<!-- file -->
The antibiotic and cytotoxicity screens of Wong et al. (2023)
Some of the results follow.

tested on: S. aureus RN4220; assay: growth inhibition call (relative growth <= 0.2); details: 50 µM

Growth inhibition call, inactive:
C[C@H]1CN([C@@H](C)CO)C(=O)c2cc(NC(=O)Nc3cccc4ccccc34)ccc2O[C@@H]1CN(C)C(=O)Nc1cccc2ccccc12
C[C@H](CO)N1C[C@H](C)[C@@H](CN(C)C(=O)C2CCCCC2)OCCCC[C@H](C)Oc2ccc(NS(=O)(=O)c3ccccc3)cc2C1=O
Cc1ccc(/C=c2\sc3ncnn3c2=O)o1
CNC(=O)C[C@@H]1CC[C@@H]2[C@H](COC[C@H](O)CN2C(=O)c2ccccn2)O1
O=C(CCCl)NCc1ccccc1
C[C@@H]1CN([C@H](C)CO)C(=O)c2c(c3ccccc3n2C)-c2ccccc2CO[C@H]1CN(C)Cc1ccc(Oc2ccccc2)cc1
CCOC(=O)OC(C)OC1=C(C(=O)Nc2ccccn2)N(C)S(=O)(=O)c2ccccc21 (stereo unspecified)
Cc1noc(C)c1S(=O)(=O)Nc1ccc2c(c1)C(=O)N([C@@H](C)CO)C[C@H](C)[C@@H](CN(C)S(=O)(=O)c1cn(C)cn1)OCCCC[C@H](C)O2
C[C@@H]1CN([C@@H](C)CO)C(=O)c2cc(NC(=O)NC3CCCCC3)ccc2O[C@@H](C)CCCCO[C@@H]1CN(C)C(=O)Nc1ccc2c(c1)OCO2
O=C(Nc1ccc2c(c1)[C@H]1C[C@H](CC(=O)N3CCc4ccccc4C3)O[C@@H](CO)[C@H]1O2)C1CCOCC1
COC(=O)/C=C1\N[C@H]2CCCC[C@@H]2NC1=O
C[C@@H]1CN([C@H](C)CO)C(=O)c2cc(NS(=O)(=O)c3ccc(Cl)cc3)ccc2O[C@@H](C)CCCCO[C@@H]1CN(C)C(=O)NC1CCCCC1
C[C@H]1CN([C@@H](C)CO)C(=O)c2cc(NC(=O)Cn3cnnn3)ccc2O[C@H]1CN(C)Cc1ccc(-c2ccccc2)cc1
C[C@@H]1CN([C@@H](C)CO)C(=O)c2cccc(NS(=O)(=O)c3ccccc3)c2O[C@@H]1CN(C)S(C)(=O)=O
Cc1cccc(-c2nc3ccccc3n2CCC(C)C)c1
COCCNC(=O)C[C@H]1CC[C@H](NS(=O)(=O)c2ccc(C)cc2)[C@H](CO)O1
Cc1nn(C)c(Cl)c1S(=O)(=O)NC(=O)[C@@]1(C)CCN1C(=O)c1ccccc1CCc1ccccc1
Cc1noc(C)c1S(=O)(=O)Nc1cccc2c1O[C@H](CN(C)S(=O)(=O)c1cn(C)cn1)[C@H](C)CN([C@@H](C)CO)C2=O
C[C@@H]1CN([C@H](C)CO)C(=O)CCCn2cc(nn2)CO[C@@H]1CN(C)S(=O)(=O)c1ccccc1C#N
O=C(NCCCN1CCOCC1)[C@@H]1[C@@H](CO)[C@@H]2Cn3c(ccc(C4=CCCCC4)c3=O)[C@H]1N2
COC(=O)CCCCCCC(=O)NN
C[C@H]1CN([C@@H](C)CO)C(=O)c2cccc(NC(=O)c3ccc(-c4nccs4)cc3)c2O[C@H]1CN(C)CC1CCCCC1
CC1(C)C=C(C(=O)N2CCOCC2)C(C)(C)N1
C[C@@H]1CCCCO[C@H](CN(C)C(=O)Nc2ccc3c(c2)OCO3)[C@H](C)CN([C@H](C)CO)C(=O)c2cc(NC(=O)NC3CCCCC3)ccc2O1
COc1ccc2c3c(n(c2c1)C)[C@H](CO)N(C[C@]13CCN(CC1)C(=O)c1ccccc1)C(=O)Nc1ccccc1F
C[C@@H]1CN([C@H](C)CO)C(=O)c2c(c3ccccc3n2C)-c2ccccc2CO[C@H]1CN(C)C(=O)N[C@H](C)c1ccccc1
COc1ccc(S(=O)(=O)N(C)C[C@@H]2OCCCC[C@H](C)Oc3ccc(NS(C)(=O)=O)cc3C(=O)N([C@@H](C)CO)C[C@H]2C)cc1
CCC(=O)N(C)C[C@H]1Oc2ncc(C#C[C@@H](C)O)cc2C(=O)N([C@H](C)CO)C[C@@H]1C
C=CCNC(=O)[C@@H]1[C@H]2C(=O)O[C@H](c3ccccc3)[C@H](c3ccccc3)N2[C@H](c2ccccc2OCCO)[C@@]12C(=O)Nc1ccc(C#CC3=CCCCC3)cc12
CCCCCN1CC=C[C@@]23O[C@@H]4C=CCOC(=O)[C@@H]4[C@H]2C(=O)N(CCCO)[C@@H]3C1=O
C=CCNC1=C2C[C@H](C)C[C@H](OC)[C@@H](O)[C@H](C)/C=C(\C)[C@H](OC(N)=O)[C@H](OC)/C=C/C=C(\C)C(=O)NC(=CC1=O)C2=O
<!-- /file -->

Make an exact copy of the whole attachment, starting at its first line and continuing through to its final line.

The antibiotic and cytotoxicity screens of Wong et al. (2023)
Some of the results follow.

tested on: S. aureus RN4220; assay: growth inhibition call (relative growth <= 0.2); details: 50 µM

Growth inhibition call, inactive:
C[C@H]1CN([C@@H](C)CO)C(=O)c2cc(NC(=O)Nc3cccc4ccccc34)ccc2O[C@@H]1CN(C)C(=O)Nc1cccc2ccccc12
C[C@H](CO)N1C[C@H](C)[C@@H](CN(C)C(=O)C2CCCCC2)OCCCC[C@H](C)Oc2ccc(NS(=O)(=O)c3ccccc3)cc2C1=O
Cc1ccc(/C=c2\sc3ncnn3c2=O)o1
CNC(=O)C[C@@H]1CC[C@@H]2[C@H](COC[C@H](O)CN2C(=O)c2ccccn2)O1
O=C(CCCl)NCc1ccccc1
C[C@@H]1CN([C@H](C)CO)C(=O)c2c(c3ccccc3n2C)-c2ccccc2CO[C@H]1CN(C)Cc1ccc(Oc2ccccc2)cc1
CCOC(=O)OC(C)OC1=C(C(=O)Nc2ccccn2)N(C)S(=O)(=O)c2ccccc21 (stereo unspecified)
Cc1noc(C)c1S(=O)(=O)Nc1ccc2c(c1)C(=O)N([C@@H](C)CO)C[C@H](C)[C@@H](CN(C)S(=O)(=O)c1cn(C)cn1)OCCCC[C@H](C)O2
C[C@@H]1CN([C@@H](C)CO)C(=O)c2cc(NC(=O)NC3CCCCC3)ccc2O[C@@H](C)CCCCO[C@@H]1CN(C)C(=O)Nc1ccc2c(c1)OCO2
O=C(Nc1ccc2c(c1)[C@H]1C[C@H](CC(=O)N3CCc4ccccc4C3)O[C@@H](CO)[C@H]1O2)C1CCOCC1
COC(=O)/C=C1\N[C@H]2CCCC[C@@H]2NC1=O
C[C@@H]1CN([C@H](C)CO)C(=O)c2cc(NS(=O)(=O)c3ccc(Cl)cc3)ccc2O[C@@H](C)CCCCO[C@@H]1CN(C)C(=O)NC1CCCCC1
C[C@H]1CN([C@@H](C)CO)C(=O)c2cc(NC(=O)Cn3cnnn3)ccc2O[C@H]1CN(C)Cc1ccc(-c2ccccc2)cc1
C[C@@H]1CN([C@@H](C)CO)C(=O)c2cccc(NS(=O)(=O)c3ccccc3)c2O[C@@H]1CN(C)S(C)(=O)=O
Cc1cccc(-c2nc3ccccc3n2CCC(C)C)c1
COCCNC(=O)C[C@H]1CC[C@H](NS(=O)(=O)c2ccc(C)cc2)[C@H](CO)O1
Cc1nn(C)c(Cl)c1S(=O)(=O)NC(=O)[C@@]1(C)CCN1C(=O)c1ccccc1CCc1ccccc1
Cc1noc(C)c1S(=O)(=O)Nc1cccc2c1O[C@H](CN(C)S(=O)(=O)c1cn(C)cn1)[C@H](C)CN([C@@H](C)CO)C2=O
C[C@@H]1CN([C@H](C)CO)C(=O)CCCn2cc(nn2)CO[C@@H]1CN(C)S(=O)(=O)c1ccccc1C#N
O=C(NCCCN1CCOCC1)[C@@H]1[C@@H](CO)[C@@H]2Cn3c(ccc(C4=CCCCC4)c3=O)[C@H]1N2
COC(=O)CCCCCCC(=O)NN
C[C@H]1CN([C@@H](C)CO)C(=O)c2cccc(NC(=O)c3ccc(-c4nccs4)cc3)c2O[C@H]1CN(C)CC1CCCCC1
CC1(C)C=C(C(=O)N2CCOCC2)C(C)(C)N1
C[C@@H]1CCCCO[C@H](CN(C)C(=O)Nc2ccc3c(c2)OCO3)[C@H](C)CN([C@H](C)CO)C(=O)c2cc(NC(=O)NC3CCCCC3)ccc2O1
COc1ccc2c3c(n(c2c1)C)[C@H](CO)N(C[C@]13CCN(CC1)C(=O)c1ccccc1)C(=O)Nc1ccccc1F
C[C@@H]1CN([C@H](C)CO)C(=O)c2c(c3ccccc3n2C)-c2ccccc2CO[C@H]1CN(C)C(=O)N[C@H](C)c1ccccc1
COc1ccc(S(=O)(=O)N(C)C[C@@H]2OCCCC[C@H](C)Oc3ccc(NS(C)(=O)=O)cc3C(=O)N([C@@H](C)CO)C[C@H]2C)cc1
CCC(=O)N(C)C[C@H]1Oc2ncc(C#C[C@@H](C)O)cc2C(=O)N([C@H](C)CO)C[C@@H]1C
C=CCNC(=O)[C@@H]1[C@H]2C(=O)O[C@H](c3ccccc3)[C@H](c3ccccc3)N2[C@H](c2ccccc2OCCO)[C@@]12C(=O)Nc1ccc(C#CC3=CCCCC3)cc12
CCCCCN1CC=C[C@@]23O[C@@H]4C=CCOC(=O)[C@@H]4[C@H]2C(=O)N(CCCO)[C@@H]3C1=O
C=CCNC1=C2C[C@H](C)C[C@H](OC)[C@@H](O)[C@H](C)/C=C(\C)[C@H](OC(N)=O)[C@H](OC)/C=C/C=C(\C)C(=O)NC(=CC1=O)C2=O